Patients with HIV infections are 4 1/2 times more likely to die suddenly from cardiac arrest than people without HIV, even if the virus is under control and they appear relatively healthy, according to a UCSF study.
The report, published Monday in the Journal of the American College of Cardiology, found that sudden cardiac death - which occurs when the heart unexpectedly stops beating - was the second-most common killer among HIV-positive patients. AIDS was the most common cause of death.
Researchers involved in the 10-year study believe no single cause is involved but say HIV patients and their doctors need to be more vigilant about being screened and treated for heart disease risks like high blood pressure and high cholesterol as their lives are being extended by antiretroviral drugs.
"Cardiac disease is a big issue as these people are living longer," said Dr. Zian Tseng, a UCSF electrophysiologist and lead author of the study. "HIV providers need to be aware of the risk of these patients dying suddenly."
Over the past two decades, the treatment of HIV has changed dramatically with the success of antiretroviral drugs. The medications can, in many people, suppress the virus to the point where it's undetectable in a patient's blood, and doctors have begun to see HIV infection as a chronic condition and not a death sentence.
Possible causesBut the trade-off is that the virus does damage over time, and perhaps so do the drugs used to treat it. Add to that the fact that HIV patients were slow to adjust to the idea that they could live much longer on the drugs, said Dr. Priscilla Hsue, director of the HIV Cardiology Clinic at San Francisco General Hospital and an author of the UCSF study.
They were reluctant to stop lifestyle choices that contributed to heart disease, such as smoking or heavy drinking, she said. But patients, and their doctors, are beginning to understand, and their thinking is changing, Hsue said.
"Now they're thinking, 'I could live another 25 years if I take care of myself,' " Hsue said. "And I'm really hammering on stop smoking, take blood pressure medication, watch your cholesterol."
The study looked at 2,860 HIV-positive patients who were treated in San Francisco General Hospital's HIV/AIDS ward from 2000 to 2009. In that period, 230 died - 57 percent of them from AIDS, 13 percent from sudden cardiac death, 11 percent from other natural diseases, and 19 percent from suicides, overdoses or unknown causes.
Notably, 86 percent of all cardiac deaths among those patients were sudden. In the general population, the number of sudden deaths is about half of those who have heart-related deaths.
High-risk patientsMore than half of the patients in the study who suffered sudden cardiac deaths had a history of smoking, heavy drinking or using drugs, and 80 percent of the patients who died suddenly had already been diagnosed with heart disease or had one or more risk factors. A third of the patients who died had reported chest pain, shortness of breath, heart palpitations or fainting at their final clinic visit.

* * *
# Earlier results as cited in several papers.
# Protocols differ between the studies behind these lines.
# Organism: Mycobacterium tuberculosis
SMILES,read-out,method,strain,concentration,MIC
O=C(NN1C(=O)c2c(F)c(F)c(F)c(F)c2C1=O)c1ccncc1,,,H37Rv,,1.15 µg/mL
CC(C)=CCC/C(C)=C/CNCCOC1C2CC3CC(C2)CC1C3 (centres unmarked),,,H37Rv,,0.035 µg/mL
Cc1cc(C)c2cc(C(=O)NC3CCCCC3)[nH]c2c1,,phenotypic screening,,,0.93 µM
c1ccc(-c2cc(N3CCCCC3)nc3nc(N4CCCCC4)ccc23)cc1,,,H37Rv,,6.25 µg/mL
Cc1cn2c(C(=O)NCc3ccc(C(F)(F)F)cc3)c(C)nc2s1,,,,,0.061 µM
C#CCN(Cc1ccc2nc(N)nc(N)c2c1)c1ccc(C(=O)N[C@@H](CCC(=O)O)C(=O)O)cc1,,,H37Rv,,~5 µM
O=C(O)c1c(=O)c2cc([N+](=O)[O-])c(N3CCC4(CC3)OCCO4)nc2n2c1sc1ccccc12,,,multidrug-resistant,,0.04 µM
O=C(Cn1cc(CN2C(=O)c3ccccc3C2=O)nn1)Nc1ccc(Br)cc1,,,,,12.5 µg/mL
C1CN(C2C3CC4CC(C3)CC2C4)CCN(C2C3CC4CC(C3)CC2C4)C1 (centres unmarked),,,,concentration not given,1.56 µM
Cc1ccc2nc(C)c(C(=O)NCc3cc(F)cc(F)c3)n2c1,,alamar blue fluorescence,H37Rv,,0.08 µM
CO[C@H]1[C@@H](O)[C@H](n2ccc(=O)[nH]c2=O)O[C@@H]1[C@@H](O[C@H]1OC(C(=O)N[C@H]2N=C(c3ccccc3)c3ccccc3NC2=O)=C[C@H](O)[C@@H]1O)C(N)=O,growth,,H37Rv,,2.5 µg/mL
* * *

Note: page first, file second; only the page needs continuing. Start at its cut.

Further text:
Those are the types of patients that doctors should be on the alert for, researchers said.
Those patients didn't seem to have much worse symptoms of HIV disease than others with the virus. Their T-cell counts, a measure of the strength of the immune system, were only slightly below the average for all patients included in the study. And in half of the patients for whom laboratory results were available, the virus was undetectable in their blood at the time of death.
That suggests that it isn't the virus alone that's causing the heart problems, researchers said. Hsue and Tseng noted that HIV causes inflammation, even in mild cases, and that could affect the heart. Plus, some of the drugs used to treat HIV are known to interrupt the electrical activity of the heart, which could be a factor in sudden-death cases.
Focus for doctorsAnd there are the behavioral factors. "Smoking, obesity, exercise, substance abuse - we need to start making real good interventions for these," said Dr. Michael Horberg, director of HIV/AIDS at Kaiser Permanente. "As our patients are living longer and they're not dying from HIV, it means we need to pay close attention to these other very important risk factors for other illnesses."
Stu Smith, who has been treated for years at San Francisco General Hospital's HIV/AIDS clinic, said he and many other patients are coming to that conclusion on their own. He has been infected with HIV since 1988 and has had two blockages in his heart that were treated with stents.
He considers himself very lucky - for surviving so long with HIV, and for getting treatment for his heart condition.
"There's a tremendous amount of mortality right now (among HIV-infected people), starting in the late 40s and early 50s," said Smith, who is 71. "We're seeing a new kind of disease."